Following up their extended play from 2016, Atlanta rappers 21 Savage and Metro have finally returned with a full-length successor. The art of following up a successful original is one of the hardest challenges an artist can face, especially when the original has been hailed by some as an essential cornerstone in the shaping of the trap genre.
21 Savage and Metro are far from shy when it comes to marking their territory: with Savage Mode II, they want to make an early impression. Hiring Morgan Freeman as a presenter and naming the seventh track ”Many Men” after a song on 50 Cent’s highly acclaimed Get Rich Or Die Tryin’ is certainly a bold move. Sadly, the material on Savage Mode II is simply not entertaining enough to live up to the expectations.
21 Savage fans will certainly find some favourites here to add to their trap playlists — ”Mr. Right Now” featuring Drake is the most streamed track, but ”Runnin’” is probably the most memorable song of the record with its panting refrain. — However, 21 Savage’s rapping often feels a bit too much, relying on Metro’s laid-back beats, which can result in a few unpassionate and relatively boring moments, such as ”Rich Ni**a Shit” or the closing ”Said N Done” — two of the least-streamed songs on the album. Also, I found the sheer sound quality of some of the songs to be pretty poor.
But what irritates me most about the album is not how it sounds. The album generally has a nice flow and Metro’s production lives up to my expectations. My main criticism is the uneven quality of the lyrics. In one song, 21 Savage can provide great lyrics about his dark, violent background (most notably in the touching ”My Dawg”), only to demolish and stupify the masterful 50 Cent beat in the next track in which they rap about naughty stuff you can do with hot models in the bedroom by naming the female genitalia 58 times during the length of the record. If 21 Savage deserves credit for his portrayals of violence like that was the only thing he ever knew, he also deserves criticism for his stereotypical treatment of women in his songs. If his pretty girl wants him to fuck her to Beyoncé, (“she wants me to fucker her to Beyoncé/but I don’t treat her like she is my finacé”), as he proclaims in ”Mr. Right Now,” the rapper doesn’t seem to reflect very much on if she actually wants that.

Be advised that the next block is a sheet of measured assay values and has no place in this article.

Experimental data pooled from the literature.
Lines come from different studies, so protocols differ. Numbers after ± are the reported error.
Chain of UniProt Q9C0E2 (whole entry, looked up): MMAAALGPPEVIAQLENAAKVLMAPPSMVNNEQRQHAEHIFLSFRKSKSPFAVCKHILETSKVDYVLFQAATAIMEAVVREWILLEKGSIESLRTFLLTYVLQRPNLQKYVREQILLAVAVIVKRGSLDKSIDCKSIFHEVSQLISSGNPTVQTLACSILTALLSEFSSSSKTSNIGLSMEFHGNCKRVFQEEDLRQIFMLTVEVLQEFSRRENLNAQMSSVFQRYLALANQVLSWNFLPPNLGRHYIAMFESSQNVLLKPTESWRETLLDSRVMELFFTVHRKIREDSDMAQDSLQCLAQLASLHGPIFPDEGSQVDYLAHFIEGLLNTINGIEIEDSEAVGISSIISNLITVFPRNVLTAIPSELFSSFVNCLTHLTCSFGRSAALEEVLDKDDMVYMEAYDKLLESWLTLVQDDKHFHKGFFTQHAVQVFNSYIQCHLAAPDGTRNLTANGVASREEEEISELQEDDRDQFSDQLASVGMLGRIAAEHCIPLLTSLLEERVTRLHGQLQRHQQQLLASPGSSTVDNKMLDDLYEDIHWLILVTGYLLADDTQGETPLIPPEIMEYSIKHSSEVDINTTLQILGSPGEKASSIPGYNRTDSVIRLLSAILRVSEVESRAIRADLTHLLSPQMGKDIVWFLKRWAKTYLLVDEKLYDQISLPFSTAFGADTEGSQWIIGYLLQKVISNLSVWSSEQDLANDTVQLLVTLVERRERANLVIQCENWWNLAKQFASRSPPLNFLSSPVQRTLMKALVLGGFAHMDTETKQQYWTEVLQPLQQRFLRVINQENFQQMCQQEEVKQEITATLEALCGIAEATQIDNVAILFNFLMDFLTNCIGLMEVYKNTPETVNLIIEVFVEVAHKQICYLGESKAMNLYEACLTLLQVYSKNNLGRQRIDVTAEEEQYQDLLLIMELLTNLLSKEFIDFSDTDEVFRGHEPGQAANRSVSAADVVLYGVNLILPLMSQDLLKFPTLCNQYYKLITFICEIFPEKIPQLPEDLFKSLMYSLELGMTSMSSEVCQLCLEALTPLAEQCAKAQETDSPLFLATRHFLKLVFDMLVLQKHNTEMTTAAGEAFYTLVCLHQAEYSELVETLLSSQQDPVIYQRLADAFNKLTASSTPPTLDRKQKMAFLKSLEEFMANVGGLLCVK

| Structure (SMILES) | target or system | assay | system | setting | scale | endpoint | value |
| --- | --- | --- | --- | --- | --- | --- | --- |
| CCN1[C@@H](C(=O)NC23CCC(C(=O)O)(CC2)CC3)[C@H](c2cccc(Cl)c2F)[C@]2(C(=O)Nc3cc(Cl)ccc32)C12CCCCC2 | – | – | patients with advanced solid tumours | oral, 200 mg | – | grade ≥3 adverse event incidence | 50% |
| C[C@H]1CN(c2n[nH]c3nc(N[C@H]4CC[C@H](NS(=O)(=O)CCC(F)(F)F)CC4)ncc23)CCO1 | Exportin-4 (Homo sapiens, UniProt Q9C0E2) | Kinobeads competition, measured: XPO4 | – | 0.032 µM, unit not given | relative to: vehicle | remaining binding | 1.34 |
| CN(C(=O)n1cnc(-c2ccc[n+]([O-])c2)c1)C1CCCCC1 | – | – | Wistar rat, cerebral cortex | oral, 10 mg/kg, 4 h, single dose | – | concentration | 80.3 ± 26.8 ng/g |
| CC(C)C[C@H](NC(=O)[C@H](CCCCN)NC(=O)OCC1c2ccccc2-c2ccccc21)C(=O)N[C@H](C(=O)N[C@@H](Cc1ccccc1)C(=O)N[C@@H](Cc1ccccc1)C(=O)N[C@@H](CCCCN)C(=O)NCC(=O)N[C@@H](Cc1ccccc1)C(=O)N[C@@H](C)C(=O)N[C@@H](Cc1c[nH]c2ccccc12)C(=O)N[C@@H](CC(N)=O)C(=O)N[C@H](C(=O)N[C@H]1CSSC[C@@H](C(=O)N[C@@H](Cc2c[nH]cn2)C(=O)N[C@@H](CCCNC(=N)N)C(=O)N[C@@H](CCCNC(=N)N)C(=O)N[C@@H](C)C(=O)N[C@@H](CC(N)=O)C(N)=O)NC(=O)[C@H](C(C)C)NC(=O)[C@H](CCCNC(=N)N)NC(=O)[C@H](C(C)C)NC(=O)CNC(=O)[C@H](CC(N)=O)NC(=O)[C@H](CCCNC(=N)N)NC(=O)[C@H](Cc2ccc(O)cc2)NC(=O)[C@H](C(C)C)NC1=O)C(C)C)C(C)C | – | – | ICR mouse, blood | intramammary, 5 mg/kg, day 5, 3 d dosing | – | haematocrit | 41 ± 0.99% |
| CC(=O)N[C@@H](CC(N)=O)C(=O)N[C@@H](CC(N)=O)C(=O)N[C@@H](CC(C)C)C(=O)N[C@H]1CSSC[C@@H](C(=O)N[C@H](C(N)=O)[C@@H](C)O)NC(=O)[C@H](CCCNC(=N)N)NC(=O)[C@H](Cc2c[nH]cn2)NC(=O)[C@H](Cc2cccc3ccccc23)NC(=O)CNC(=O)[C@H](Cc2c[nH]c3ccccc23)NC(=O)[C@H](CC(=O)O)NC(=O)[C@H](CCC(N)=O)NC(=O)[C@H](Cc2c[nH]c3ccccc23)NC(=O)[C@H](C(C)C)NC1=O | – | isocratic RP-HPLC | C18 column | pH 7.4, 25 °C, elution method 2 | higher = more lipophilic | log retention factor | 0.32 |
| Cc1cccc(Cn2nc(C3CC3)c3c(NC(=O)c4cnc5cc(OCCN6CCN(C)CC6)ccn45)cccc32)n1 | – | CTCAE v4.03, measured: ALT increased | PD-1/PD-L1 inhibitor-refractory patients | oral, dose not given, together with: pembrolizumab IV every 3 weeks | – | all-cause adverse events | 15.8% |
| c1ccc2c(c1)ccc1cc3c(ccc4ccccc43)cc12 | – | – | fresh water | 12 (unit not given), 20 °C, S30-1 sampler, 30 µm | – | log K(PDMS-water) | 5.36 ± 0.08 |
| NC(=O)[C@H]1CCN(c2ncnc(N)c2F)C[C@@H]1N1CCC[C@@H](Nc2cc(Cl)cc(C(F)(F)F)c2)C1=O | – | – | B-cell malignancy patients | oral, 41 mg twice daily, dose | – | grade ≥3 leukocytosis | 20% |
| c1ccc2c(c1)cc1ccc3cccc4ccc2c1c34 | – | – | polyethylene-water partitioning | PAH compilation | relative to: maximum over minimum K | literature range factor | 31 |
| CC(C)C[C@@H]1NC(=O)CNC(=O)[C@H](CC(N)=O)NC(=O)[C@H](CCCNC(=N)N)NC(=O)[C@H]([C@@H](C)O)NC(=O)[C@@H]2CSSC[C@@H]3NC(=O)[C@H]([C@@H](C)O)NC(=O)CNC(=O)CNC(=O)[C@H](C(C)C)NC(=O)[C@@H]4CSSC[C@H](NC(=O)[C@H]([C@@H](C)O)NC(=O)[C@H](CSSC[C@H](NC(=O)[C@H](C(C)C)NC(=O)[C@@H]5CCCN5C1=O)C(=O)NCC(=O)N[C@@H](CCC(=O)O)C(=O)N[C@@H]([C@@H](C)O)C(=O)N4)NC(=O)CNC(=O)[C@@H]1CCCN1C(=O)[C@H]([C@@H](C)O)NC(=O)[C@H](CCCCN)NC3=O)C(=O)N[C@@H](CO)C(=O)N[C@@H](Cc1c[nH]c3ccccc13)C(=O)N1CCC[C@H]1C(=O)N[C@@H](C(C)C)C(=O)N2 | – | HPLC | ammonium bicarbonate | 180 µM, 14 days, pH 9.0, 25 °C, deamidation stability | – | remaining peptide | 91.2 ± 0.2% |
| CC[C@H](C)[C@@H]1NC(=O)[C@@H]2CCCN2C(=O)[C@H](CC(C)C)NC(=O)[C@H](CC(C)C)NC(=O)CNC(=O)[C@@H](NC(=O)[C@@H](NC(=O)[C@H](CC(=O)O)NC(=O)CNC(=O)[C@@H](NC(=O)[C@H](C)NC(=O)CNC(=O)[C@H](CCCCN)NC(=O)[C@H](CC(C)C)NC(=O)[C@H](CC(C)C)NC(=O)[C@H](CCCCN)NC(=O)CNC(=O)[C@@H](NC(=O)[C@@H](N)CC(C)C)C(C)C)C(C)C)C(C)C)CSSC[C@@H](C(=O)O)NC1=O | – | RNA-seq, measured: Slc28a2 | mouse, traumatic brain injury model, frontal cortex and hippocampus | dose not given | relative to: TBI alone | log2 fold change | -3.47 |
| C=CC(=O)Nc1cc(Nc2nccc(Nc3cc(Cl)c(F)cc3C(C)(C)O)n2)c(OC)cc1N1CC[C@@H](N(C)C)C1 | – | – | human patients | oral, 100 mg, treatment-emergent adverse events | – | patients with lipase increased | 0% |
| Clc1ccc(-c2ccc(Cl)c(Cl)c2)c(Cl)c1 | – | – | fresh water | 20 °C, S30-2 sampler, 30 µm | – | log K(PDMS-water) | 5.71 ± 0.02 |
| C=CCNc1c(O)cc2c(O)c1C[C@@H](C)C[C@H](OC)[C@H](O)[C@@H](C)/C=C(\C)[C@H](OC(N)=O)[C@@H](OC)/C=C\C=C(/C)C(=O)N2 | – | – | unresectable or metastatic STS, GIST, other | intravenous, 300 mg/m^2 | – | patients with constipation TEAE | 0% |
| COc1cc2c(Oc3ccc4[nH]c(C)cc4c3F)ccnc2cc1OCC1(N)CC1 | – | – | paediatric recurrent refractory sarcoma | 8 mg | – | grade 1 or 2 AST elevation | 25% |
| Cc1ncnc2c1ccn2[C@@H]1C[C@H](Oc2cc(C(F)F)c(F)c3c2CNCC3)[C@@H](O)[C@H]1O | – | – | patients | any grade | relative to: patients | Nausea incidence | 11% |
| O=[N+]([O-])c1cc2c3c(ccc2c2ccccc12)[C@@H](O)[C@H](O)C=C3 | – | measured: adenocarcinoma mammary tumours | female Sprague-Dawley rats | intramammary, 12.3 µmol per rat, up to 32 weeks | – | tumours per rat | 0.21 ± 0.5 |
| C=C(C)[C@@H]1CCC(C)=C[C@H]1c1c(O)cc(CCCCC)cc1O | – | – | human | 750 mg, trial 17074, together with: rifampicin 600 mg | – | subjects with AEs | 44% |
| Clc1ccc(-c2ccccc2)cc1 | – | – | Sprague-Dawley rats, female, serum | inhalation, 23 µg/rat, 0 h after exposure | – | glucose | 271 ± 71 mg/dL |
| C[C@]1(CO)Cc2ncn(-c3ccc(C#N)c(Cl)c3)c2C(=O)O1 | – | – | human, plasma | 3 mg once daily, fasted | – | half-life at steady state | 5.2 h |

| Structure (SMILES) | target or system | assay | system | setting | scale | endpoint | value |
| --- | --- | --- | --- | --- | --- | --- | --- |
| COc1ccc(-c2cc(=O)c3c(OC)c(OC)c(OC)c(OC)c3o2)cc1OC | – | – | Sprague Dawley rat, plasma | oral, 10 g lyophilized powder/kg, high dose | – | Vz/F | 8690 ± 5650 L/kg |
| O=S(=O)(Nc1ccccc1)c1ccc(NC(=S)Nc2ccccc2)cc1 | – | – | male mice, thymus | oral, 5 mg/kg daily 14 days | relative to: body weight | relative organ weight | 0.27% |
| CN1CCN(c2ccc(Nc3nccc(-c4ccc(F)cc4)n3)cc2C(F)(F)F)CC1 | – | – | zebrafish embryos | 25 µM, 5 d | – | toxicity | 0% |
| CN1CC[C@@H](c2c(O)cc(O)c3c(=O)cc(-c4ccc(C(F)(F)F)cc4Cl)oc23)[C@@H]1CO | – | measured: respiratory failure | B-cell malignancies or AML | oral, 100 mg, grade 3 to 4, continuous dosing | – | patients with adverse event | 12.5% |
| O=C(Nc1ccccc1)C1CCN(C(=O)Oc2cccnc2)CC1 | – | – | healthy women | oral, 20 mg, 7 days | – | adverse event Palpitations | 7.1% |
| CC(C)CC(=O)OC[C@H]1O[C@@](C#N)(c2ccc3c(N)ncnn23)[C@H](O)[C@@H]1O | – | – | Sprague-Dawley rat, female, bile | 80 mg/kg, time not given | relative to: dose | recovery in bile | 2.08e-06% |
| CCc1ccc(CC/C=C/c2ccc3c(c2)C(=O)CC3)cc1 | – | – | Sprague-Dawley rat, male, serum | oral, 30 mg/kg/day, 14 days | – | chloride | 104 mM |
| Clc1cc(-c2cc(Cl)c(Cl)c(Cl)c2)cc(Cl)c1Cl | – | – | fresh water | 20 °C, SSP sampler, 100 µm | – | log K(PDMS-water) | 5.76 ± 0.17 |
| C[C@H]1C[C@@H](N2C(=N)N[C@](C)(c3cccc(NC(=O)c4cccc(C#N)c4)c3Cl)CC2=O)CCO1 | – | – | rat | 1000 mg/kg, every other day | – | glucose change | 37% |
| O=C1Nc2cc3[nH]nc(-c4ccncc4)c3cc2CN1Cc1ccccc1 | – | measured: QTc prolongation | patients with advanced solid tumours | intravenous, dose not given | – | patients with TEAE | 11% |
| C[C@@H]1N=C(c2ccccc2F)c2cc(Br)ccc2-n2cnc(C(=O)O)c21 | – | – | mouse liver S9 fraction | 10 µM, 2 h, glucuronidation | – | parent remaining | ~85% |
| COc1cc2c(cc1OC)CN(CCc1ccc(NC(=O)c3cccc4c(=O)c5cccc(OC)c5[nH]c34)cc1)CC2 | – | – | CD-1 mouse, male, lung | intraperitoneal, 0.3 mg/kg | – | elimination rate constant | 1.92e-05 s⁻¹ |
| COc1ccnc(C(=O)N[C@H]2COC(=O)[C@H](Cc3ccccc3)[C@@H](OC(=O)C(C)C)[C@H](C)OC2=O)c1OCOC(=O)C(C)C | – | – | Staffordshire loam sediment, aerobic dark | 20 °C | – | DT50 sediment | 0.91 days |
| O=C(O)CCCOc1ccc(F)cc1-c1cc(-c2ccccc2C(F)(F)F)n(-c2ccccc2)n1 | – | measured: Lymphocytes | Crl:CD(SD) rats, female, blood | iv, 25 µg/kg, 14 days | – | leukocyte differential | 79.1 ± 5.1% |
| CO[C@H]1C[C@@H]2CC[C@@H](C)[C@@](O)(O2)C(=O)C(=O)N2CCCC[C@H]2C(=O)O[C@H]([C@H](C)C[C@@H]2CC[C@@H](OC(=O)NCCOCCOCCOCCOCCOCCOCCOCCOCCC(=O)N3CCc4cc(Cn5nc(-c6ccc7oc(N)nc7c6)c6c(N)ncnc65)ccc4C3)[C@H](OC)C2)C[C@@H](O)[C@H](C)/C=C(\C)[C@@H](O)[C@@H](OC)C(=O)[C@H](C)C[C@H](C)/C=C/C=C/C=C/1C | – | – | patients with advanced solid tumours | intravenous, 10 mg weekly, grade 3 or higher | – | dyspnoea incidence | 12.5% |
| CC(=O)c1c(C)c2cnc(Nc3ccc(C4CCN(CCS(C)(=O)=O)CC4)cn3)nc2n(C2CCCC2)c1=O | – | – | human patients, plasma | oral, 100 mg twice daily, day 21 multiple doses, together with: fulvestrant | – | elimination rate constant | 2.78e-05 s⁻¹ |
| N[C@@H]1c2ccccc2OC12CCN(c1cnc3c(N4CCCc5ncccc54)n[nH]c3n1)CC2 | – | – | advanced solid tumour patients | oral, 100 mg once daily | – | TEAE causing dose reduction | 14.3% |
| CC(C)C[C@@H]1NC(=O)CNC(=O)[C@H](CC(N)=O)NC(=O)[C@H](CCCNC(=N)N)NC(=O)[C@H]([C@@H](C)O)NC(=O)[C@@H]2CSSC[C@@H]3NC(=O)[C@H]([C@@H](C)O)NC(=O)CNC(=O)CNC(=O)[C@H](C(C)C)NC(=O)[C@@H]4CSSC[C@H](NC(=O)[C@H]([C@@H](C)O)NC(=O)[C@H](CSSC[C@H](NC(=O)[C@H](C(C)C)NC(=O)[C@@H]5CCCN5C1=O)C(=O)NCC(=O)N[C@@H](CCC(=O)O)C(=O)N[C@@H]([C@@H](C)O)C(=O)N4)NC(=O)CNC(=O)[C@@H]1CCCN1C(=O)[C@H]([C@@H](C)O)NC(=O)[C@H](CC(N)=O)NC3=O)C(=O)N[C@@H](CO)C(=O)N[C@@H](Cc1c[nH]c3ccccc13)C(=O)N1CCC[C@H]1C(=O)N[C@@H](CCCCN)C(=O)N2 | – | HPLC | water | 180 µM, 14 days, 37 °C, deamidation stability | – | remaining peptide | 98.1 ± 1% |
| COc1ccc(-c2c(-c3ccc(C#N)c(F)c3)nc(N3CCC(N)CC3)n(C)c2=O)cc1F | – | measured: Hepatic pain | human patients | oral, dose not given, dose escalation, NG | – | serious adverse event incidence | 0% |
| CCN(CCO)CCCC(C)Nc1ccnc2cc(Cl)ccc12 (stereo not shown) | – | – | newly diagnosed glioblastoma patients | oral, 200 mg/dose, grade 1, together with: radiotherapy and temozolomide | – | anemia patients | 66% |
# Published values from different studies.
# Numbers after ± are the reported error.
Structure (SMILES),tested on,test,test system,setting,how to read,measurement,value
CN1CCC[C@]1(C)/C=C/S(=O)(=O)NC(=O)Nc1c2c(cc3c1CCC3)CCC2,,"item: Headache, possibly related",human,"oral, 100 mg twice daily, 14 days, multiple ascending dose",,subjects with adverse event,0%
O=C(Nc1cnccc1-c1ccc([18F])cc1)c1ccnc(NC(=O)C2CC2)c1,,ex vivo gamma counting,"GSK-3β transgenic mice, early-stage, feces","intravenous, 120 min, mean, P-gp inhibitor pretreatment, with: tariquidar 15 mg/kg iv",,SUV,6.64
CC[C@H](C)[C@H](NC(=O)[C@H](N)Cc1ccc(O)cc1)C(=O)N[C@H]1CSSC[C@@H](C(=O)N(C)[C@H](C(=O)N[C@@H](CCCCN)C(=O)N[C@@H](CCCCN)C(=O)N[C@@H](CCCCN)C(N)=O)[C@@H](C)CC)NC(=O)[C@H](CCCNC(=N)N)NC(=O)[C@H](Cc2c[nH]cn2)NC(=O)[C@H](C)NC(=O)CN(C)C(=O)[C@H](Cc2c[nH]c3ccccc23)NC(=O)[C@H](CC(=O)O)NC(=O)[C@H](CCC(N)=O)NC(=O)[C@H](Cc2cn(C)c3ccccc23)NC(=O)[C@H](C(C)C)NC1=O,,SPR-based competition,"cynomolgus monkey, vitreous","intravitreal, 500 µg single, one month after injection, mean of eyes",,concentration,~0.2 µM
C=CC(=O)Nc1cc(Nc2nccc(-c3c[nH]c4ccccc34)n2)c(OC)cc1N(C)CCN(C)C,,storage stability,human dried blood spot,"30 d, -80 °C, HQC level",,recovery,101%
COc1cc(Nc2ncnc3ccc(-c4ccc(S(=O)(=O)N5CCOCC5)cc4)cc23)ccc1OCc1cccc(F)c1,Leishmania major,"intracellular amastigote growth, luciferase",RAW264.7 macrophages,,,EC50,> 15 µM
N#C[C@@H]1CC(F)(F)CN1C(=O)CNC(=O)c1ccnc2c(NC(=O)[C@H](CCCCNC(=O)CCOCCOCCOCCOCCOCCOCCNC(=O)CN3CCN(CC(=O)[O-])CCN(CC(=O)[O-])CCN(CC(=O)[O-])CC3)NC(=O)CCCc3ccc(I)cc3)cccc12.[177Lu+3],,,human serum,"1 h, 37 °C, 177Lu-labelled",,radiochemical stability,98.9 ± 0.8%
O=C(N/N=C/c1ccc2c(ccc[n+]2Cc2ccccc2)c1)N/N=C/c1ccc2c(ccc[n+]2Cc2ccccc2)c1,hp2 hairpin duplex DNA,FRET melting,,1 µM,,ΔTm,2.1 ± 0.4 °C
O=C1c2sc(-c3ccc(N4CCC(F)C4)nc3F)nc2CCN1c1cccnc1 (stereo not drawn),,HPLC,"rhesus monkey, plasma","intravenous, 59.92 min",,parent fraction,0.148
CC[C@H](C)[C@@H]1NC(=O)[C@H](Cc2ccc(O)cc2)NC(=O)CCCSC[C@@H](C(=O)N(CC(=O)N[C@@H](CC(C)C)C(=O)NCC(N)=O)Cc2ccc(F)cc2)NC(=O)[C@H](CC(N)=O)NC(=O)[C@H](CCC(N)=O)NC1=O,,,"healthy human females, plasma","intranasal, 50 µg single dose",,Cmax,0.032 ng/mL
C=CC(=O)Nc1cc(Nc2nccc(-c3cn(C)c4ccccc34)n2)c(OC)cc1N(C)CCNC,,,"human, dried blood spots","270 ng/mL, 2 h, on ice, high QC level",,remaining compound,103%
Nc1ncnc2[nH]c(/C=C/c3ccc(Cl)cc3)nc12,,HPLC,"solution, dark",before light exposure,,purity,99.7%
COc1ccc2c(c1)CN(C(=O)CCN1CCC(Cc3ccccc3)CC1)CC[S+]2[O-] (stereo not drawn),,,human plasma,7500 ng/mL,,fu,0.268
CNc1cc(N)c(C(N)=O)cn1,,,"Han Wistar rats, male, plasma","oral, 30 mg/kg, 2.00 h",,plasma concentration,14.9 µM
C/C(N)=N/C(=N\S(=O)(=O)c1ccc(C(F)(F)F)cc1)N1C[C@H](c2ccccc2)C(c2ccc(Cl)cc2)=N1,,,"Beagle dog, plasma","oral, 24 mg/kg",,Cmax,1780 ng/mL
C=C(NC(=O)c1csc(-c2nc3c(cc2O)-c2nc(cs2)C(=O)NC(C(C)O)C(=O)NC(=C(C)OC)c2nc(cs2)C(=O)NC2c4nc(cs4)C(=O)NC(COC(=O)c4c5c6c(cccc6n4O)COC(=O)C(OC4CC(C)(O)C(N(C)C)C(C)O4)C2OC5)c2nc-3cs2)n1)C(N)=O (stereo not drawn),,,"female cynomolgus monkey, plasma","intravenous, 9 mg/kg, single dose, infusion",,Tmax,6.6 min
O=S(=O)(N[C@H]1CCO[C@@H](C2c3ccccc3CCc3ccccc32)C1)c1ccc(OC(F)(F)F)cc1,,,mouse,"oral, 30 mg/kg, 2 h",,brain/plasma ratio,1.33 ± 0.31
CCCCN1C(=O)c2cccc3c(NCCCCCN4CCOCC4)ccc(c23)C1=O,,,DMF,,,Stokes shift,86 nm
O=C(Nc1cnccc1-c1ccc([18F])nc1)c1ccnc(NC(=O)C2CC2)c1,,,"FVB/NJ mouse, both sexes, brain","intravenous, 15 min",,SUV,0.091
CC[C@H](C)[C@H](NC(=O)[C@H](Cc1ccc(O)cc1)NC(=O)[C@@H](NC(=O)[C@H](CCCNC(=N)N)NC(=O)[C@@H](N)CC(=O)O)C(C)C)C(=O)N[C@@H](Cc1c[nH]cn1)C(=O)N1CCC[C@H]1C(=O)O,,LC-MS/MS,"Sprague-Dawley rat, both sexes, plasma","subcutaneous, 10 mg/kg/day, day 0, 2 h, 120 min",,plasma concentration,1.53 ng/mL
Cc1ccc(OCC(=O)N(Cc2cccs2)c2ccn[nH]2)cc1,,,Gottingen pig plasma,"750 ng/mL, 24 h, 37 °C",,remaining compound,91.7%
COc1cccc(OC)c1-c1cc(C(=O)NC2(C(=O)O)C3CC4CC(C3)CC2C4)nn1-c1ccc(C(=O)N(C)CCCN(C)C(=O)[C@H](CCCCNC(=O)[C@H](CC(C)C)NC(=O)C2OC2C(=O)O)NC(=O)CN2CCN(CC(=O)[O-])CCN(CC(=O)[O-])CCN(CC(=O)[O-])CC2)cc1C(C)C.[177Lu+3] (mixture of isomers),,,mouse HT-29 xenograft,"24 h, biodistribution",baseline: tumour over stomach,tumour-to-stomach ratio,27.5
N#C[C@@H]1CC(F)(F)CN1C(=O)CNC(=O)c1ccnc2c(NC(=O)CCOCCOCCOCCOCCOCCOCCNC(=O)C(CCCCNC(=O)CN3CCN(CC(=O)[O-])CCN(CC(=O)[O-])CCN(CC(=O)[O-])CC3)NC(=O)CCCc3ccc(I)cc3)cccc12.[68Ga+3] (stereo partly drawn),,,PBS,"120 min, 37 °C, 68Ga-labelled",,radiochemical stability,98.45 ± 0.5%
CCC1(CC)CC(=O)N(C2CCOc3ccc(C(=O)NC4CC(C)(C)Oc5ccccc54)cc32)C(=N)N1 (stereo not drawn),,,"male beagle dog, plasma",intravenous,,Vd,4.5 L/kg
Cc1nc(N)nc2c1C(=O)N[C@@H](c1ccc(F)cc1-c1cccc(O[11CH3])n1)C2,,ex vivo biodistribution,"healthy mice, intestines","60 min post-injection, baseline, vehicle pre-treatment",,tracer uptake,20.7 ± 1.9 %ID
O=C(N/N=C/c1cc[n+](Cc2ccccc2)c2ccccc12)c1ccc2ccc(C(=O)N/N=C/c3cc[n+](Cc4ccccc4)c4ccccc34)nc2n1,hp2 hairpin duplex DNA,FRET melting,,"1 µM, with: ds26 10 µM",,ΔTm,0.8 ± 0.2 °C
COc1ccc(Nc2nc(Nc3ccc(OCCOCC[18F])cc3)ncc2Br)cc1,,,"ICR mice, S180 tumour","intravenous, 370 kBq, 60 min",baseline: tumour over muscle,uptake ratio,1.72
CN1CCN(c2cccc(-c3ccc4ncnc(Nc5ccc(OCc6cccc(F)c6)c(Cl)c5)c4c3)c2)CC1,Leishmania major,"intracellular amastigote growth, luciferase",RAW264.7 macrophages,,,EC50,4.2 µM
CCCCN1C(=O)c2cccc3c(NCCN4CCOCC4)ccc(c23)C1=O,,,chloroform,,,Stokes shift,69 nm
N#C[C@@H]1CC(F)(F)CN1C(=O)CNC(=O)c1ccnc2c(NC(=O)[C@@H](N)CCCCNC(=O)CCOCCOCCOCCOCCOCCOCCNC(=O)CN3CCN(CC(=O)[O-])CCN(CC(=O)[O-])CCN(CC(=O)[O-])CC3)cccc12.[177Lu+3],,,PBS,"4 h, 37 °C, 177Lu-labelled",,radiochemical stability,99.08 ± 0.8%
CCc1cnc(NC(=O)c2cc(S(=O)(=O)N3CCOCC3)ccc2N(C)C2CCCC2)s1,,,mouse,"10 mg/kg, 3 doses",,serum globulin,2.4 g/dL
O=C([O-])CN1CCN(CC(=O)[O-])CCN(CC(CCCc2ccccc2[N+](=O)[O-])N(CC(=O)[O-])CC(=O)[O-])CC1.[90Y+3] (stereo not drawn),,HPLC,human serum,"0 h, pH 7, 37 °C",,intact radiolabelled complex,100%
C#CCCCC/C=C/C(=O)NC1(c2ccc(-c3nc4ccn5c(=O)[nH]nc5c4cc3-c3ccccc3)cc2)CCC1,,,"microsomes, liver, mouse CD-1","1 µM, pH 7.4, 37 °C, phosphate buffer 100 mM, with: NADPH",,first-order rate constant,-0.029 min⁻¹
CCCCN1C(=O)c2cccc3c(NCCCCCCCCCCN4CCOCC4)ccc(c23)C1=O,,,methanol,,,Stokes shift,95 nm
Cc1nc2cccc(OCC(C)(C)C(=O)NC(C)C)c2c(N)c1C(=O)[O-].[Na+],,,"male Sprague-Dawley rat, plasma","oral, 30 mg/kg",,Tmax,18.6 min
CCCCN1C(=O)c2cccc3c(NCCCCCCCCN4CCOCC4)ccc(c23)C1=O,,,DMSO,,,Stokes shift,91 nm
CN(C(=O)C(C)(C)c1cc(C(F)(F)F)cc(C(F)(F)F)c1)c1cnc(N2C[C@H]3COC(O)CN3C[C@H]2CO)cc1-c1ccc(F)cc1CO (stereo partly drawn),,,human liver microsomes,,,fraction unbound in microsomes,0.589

Apart from a couple of lyrical flaws and some not-so-passionate rapping, this is a decent trap album that will probably gain the same amount of popularity as most of 21 Savage’s previous work. But the fact that Morgan Freeman does the best job of keeping this album together with his confident narrative through Savage’s stories about snitches, bitches, and guns, as well as the lack of obvious stand-out tunes makes this record a rather bland experience. Savage Land II doesn’t feel like a creative step forward, but rather like someone trying to meet but not exceed expectations.